While Mr. Frosh con­tends it will pro­tect ev­ery­day res­i­dents who are out­spo­ken and opin­ion­ated on gov­ern­ment is­sues, some of his op­po­nents say the bill has an­other pur­pose — to pro­tect the me­dia from po­ten­tial li­bel suits.

Mr. Zirkin ar­gued the bill is be­ing pushed by news or­ga­ni­za­tions and is de­signed to pre­vent in­ci­dents sim­i­lar to the case last year in the Dis­trict in which Washington Red­skins owner Daniel Sny­der sued the Washington City Pa­per over an ar­ti­cle he said was defam­a­tory.

The law­suit dragged on for sev­eral months un­til Mr. Sny­der dropped it be­fore a court could rule on the news­pa­per’s re­quest for dis­missal un­der the Dis­trict’s ANTI-SLAPP law.

Sen. Al­lan H. Kit­tle­man, Howard Re­pub­li­can, said Mary­land’s cur­rent law is just fine and that Mr. Frosh’s bill is un­rea­son­ably hard on well-mean­ing plain­tiffs.

“It would put an un­due bur­den upon some­body who is try­ing to de­fend them­selves,” he said. “I think that ev­ery­body de­serves their day in court, and we shouldn’t be harm­ing those who are try­ing to de­fend them­selves.”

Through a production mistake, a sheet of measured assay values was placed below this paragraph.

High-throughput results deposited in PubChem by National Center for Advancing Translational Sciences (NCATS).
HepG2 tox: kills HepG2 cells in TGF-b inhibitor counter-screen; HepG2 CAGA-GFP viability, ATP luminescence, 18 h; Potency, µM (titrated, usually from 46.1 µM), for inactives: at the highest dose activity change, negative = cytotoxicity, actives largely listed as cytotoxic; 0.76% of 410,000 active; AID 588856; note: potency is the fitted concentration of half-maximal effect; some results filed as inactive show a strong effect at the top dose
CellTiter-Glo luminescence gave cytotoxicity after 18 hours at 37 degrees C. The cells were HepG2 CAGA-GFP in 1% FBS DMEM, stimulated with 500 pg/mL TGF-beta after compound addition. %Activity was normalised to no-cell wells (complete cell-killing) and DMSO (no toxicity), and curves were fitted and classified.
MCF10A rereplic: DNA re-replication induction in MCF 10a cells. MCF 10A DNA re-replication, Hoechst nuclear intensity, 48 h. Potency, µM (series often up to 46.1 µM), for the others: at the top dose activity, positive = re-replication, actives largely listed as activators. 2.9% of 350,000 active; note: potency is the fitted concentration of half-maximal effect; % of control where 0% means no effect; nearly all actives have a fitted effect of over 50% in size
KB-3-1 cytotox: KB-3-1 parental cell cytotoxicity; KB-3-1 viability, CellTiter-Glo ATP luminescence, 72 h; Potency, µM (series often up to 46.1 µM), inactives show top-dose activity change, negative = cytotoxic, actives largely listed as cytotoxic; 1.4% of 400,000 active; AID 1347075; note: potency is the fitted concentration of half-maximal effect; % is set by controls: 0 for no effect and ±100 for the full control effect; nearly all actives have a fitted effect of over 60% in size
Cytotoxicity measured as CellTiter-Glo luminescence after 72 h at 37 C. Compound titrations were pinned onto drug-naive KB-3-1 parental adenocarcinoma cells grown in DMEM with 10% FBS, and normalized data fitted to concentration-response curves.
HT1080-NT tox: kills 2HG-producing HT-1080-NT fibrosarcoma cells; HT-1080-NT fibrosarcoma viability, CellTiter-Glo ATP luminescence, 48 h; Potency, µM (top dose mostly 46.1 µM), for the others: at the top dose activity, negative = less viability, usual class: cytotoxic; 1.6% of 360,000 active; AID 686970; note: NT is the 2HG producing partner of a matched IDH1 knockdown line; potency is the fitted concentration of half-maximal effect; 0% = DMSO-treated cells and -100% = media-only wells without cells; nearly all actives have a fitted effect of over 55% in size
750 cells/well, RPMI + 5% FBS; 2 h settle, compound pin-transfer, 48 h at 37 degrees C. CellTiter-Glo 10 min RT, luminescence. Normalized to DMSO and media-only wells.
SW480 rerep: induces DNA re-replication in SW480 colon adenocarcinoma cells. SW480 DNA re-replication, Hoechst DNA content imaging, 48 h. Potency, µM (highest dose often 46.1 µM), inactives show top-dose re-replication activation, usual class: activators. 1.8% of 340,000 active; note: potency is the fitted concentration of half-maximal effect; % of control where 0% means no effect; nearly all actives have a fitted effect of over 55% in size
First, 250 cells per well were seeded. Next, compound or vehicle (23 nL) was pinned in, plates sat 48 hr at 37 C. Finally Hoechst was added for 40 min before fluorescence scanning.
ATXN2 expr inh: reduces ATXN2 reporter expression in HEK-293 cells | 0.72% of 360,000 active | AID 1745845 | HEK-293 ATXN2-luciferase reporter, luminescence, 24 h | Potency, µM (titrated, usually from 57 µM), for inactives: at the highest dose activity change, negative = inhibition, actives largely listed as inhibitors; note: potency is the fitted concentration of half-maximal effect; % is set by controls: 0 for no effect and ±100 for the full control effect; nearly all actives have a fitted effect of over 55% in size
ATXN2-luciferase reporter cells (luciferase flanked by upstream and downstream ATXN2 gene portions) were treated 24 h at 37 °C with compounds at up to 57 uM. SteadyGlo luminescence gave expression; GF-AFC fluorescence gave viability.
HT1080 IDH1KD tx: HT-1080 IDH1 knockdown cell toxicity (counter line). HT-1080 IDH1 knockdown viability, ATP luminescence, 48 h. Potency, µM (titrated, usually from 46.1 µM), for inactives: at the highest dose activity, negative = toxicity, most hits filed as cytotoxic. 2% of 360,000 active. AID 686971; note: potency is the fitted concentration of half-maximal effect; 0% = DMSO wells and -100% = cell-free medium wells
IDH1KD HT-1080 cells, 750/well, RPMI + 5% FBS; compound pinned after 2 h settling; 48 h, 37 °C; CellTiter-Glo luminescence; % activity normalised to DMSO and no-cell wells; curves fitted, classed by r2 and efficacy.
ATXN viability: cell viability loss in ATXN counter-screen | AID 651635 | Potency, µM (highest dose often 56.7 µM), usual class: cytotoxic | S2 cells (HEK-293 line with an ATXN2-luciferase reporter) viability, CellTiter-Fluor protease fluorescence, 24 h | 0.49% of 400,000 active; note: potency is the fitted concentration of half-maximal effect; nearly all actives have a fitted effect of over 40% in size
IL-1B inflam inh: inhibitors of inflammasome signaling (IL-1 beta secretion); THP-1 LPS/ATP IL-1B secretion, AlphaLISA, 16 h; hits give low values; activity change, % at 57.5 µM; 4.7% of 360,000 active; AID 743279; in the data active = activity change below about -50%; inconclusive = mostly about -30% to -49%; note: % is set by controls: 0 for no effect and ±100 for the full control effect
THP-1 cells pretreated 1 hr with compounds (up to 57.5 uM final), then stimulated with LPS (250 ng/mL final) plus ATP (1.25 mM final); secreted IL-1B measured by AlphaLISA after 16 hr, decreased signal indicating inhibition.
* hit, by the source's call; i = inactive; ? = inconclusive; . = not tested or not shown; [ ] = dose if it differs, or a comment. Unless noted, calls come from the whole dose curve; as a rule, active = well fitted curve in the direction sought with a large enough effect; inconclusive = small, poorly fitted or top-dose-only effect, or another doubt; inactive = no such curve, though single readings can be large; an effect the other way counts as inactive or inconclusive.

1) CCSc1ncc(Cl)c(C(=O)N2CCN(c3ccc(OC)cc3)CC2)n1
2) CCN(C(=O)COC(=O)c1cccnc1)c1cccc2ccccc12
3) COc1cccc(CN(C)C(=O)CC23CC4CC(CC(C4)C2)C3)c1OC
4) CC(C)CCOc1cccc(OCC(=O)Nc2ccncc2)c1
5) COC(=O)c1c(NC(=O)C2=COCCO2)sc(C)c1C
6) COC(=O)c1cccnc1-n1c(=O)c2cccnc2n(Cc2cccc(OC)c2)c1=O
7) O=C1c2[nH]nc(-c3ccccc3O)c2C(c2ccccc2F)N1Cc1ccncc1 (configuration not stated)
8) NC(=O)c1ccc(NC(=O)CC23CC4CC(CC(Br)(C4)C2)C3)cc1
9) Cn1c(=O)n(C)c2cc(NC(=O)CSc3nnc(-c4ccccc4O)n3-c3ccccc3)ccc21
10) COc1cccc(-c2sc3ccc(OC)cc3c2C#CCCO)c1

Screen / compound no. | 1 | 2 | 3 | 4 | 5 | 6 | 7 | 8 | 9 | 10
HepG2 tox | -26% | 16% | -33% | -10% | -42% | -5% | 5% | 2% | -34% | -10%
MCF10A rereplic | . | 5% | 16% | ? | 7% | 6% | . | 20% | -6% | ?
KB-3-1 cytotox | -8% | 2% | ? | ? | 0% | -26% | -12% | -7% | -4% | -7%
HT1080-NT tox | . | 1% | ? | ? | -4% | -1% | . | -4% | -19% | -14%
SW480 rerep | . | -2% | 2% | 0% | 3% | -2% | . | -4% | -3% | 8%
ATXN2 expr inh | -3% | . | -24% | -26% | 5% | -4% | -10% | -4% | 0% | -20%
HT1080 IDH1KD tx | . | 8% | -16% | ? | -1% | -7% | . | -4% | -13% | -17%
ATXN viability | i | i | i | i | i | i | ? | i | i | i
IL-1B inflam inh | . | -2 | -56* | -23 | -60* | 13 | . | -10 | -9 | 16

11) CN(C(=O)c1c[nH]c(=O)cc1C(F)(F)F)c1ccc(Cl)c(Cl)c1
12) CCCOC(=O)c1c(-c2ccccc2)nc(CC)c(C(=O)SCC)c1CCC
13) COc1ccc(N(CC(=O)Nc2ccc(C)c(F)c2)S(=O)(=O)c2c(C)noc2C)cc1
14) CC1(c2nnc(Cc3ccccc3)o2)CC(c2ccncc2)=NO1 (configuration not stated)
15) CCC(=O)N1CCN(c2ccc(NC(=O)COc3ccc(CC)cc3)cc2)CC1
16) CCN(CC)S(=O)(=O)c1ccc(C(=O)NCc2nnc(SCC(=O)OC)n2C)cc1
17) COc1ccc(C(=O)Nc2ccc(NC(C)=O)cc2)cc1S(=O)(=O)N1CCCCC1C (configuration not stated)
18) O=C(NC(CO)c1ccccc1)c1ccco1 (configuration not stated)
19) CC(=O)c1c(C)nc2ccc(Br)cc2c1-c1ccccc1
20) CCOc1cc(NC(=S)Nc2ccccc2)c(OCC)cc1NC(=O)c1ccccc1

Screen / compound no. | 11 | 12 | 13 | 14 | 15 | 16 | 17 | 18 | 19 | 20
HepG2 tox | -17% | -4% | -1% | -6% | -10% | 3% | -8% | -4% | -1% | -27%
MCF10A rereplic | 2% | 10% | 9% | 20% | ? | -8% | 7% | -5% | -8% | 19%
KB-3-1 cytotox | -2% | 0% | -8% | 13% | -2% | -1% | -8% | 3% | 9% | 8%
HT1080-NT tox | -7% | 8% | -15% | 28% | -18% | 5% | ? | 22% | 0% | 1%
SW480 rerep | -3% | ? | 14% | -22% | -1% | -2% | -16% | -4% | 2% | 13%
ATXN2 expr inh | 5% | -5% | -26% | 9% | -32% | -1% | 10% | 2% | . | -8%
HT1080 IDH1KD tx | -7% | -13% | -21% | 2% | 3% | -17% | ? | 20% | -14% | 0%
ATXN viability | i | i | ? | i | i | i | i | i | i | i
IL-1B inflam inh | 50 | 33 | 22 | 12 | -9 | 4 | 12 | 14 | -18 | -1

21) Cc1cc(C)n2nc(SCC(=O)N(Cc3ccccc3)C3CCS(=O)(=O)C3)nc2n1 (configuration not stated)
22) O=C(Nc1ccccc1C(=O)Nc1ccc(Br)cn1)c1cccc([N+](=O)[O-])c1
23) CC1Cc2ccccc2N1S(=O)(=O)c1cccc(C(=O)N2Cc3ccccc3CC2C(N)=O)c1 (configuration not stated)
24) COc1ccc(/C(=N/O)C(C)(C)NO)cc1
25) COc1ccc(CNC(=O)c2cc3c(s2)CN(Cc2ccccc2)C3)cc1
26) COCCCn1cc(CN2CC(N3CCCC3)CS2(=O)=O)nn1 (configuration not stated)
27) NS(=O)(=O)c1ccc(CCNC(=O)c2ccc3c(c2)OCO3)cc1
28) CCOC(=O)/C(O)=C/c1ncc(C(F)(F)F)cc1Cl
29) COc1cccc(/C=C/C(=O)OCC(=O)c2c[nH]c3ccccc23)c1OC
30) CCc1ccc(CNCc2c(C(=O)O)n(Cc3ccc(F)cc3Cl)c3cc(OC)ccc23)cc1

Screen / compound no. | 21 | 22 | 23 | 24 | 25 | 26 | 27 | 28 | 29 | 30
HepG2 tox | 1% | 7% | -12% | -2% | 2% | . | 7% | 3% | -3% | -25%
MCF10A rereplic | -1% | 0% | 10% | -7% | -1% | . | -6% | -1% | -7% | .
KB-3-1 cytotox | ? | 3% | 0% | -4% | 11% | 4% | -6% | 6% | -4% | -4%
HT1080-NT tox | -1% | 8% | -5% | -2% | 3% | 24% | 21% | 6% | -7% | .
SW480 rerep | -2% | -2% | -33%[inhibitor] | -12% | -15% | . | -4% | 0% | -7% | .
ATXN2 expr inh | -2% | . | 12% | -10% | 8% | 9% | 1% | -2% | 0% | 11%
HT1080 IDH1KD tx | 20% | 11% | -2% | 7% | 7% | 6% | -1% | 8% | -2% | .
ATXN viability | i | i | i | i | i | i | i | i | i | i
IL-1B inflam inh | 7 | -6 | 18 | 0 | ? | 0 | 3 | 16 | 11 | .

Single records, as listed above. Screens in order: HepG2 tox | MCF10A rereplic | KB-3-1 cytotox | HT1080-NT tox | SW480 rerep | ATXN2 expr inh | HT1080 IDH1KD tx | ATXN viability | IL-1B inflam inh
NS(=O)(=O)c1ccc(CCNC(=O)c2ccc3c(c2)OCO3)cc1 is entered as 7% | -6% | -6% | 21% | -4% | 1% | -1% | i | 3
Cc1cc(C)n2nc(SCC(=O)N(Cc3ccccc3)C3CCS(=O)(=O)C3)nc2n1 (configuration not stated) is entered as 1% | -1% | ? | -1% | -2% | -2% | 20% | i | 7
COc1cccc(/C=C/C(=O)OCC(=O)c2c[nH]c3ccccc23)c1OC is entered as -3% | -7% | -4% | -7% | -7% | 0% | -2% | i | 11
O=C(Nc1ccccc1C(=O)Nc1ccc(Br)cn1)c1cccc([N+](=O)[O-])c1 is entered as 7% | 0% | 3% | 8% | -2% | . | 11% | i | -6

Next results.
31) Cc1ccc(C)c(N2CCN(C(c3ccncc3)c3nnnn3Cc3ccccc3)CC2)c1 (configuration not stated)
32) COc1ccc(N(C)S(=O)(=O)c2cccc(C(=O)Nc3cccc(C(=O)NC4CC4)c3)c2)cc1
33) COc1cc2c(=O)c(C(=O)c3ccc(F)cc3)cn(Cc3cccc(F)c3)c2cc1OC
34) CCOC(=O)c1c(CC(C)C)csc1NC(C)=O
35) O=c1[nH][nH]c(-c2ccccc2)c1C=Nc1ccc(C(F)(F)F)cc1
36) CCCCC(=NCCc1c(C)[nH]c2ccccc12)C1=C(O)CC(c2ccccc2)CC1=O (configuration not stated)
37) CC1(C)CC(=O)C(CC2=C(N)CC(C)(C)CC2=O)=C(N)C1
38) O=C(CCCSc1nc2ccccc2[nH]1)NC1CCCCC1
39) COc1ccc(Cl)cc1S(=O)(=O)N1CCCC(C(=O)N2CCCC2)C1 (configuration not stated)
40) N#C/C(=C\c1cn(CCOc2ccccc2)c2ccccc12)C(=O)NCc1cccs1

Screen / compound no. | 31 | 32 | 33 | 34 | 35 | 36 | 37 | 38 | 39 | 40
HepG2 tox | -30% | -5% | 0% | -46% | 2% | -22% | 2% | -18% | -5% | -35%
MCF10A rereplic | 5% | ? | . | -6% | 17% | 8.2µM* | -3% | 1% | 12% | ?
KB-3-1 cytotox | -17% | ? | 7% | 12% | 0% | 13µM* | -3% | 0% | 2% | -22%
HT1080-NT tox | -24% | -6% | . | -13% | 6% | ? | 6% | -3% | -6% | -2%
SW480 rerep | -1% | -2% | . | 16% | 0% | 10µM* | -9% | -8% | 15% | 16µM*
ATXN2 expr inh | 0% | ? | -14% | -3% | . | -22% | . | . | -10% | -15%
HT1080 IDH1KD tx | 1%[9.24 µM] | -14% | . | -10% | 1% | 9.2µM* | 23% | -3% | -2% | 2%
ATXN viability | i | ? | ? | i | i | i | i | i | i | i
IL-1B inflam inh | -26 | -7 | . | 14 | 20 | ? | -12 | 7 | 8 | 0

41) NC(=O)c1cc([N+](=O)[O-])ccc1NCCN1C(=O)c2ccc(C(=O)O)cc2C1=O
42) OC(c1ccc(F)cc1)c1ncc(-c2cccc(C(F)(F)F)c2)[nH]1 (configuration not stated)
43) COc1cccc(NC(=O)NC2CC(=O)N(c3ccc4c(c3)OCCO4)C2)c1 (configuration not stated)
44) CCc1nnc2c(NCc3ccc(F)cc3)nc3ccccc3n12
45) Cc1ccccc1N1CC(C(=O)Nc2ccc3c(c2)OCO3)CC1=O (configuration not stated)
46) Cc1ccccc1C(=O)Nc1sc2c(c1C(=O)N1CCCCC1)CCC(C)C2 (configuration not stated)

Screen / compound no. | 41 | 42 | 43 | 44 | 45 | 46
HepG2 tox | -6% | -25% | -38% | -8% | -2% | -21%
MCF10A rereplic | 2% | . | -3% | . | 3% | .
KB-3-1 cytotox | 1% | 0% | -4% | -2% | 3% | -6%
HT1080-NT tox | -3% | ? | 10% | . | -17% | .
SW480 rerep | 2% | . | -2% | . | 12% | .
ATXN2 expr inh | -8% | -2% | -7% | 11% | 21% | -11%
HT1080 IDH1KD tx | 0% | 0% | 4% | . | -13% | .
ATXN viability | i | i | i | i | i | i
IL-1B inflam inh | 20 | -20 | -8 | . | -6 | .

PHO­TO­GRAPHS BY AN­DREW HARNIK/THE WASHINGTON TIMES

Wounded sol­diers and vet­er­ans com­pete in a hand-bike race Sun­day in Fort Meade, Md., and Spc. Bryn­den Keller, who lost a leg in Afghanistan, read­ies for a sprint. The ath­letes have been train­ing in hopes of go­ing to the Army War­rior Games, to be held April 30 to May 5 in Colorado Springs. Other events fea­tured in the games will in­clude archery, wheel­chair bas­ket­ball, swim­ming and sit­ting vol­ley­ball.

THE WASHINGTON TIMES

Depart­ment of Youth and Re­ha­bil­i­ta­tion Ser­vices Di­rec­tor Neil A. Stan­ley said he wants his agency to “know where ev­ery sin­gle young per­son is at all times.” The agency has had trou­ble track­ing youths who ab­scond from their as­signed lo­ca­tions.